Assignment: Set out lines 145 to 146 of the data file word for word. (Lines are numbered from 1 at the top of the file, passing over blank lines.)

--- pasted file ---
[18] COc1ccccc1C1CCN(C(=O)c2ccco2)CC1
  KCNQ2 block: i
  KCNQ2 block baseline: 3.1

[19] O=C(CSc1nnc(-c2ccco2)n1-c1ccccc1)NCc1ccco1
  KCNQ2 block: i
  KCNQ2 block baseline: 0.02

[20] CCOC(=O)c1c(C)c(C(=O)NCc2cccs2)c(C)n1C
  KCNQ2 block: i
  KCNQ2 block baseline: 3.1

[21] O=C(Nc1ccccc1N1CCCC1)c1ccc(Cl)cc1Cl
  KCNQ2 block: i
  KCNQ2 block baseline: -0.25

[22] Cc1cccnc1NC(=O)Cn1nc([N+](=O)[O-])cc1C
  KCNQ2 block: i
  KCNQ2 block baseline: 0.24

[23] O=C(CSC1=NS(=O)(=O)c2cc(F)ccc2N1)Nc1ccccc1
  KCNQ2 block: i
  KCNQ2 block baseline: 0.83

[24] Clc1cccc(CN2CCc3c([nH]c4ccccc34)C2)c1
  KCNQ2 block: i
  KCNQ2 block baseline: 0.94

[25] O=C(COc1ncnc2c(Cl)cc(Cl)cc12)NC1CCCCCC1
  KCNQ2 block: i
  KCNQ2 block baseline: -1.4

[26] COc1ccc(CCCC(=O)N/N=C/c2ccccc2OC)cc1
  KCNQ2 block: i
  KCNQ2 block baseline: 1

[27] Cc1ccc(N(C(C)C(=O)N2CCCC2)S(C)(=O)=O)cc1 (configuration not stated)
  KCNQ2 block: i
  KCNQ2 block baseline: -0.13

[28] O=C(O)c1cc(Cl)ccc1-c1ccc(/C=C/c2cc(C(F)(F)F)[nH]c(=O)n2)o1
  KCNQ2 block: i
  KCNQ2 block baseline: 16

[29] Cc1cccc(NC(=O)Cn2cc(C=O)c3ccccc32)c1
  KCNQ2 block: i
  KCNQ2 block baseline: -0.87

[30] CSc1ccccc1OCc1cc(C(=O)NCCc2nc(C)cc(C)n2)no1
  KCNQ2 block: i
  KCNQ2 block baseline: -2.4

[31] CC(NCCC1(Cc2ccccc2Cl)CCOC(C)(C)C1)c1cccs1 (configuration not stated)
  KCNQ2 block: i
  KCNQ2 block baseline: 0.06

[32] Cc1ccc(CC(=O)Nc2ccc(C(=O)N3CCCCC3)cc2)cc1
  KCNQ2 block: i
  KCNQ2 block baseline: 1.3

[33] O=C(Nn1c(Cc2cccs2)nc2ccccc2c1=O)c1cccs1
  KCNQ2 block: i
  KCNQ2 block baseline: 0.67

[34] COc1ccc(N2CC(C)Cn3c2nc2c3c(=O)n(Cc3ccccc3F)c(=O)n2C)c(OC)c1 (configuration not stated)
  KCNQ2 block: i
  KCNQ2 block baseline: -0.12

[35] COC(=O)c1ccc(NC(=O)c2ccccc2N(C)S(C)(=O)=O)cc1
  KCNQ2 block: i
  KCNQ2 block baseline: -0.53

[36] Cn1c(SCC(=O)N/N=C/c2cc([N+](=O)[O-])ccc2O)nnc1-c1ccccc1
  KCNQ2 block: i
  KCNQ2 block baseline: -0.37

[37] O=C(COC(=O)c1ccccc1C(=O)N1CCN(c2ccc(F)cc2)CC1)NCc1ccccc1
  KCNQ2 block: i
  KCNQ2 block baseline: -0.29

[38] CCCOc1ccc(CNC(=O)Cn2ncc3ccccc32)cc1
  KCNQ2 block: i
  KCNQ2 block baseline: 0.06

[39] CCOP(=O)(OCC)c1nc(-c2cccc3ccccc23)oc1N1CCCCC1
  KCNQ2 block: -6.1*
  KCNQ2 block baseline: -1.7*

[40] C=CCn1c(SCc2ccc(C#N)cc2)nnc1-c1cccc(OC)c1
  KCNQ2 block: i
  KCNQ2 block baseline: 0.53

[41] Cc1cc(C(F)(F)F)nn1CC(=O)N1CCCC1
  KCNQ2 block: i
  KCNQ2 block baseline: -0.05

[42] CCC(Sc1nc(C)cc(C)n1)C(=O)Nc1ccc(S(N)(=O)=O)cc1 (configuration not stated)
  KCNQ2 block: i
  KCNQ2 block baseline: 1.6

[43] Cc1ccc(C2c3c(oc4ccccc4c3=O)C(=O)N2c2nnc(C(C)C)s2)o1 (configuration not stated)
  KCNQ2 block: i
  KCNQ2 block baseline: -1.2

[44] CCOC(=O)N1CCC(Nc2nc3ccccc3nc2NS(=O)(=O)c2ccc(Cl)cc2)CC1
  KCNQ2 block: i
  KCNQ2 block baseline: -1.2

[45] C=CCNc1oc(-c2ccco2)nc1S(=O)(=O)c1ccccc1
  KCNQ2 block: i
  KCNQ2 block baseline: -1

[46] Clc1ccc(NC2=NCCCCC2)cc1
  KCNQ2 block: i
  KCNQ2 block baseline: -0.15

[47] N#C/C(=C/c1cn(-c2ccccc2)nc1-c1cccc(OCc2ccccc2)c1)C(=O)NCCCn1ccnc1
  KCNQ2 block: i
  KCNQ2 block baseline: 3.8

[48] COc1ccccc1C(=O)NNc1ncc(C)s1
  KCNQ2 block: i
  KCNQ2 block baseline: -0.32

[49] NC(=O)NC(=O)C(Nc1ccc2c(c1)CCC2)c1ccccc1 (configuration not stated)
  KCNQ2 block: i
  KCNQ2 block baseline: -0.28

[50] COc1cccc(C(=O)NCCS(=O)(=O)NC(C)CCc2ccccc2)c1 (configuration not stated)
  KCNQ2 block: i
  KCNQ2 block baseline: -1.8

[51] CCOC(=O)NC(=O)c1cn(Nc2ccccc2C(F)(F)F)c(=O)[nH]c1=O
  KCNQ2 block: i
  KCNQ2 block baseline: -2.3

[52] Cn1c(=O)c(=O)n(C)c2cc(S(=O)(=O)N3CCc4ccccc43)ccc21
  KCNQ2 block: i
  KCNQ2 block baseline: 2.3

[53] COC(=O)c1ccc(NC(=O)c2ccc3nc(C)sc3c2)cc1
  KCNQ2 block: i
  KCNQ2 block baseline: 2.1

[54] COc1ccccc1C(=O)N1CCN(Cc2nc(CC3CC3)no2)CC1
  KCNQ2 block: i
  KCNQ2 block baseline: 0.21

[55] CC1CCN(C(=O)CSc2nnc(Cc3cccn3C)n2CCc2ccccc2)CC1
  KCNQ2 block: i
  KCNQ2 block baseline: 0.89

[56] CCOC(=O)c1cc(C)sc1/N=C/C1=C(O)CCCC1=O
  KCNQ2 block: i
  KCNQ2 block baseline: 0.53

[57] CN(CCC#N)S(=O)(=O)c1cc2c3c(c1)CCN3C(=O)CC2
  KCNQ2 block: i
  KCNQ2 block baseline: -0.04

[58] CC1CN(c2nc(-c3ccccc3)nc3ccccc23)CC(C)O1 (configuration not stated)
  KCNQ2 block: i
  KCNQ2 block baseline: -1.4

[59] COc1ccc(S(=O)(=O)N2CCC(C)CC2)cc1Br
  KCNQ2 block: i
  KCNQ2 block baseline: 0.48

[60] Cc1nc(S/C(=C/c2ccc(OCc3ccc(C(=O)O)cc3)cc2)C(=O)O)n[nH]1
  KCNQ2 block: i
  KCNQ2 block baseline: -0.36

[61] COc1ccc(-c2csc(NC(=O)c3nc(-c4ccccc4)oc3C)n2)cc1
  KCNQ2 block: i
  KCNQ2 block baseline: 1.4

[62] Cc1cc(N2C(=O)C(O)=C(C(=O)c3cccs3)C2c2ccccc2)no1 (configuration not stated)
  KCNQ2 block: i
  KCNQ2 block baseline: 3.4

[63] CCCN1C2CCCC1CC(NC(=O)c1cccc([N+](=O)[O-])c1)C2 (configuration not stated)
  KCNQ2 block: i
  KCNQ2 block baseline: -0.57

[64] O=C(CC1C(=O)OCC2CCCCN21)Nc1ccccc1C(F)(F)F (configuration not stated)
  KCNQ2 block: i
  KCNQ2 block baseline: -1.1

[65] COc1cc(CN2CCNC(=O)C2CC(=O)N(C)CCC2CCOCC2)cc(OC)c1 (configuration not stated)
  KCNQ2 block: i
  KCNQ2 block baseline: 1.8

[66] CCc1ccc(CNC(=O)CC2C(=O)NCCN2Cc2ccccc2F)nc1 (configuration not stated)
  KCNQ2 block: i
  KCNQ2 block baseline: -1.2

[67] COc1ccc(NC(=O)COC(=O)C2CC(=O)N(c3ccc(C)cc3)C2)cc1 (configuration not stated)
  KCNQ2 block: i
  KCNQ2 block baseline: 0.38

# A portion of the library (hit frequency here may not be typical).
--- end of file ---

[66] CCc1ccc(CNC(=O)CC2C(=O)NCCN2Cc2ccccc2F)nc1 (configuration not stated)
  KCNQ2 block: i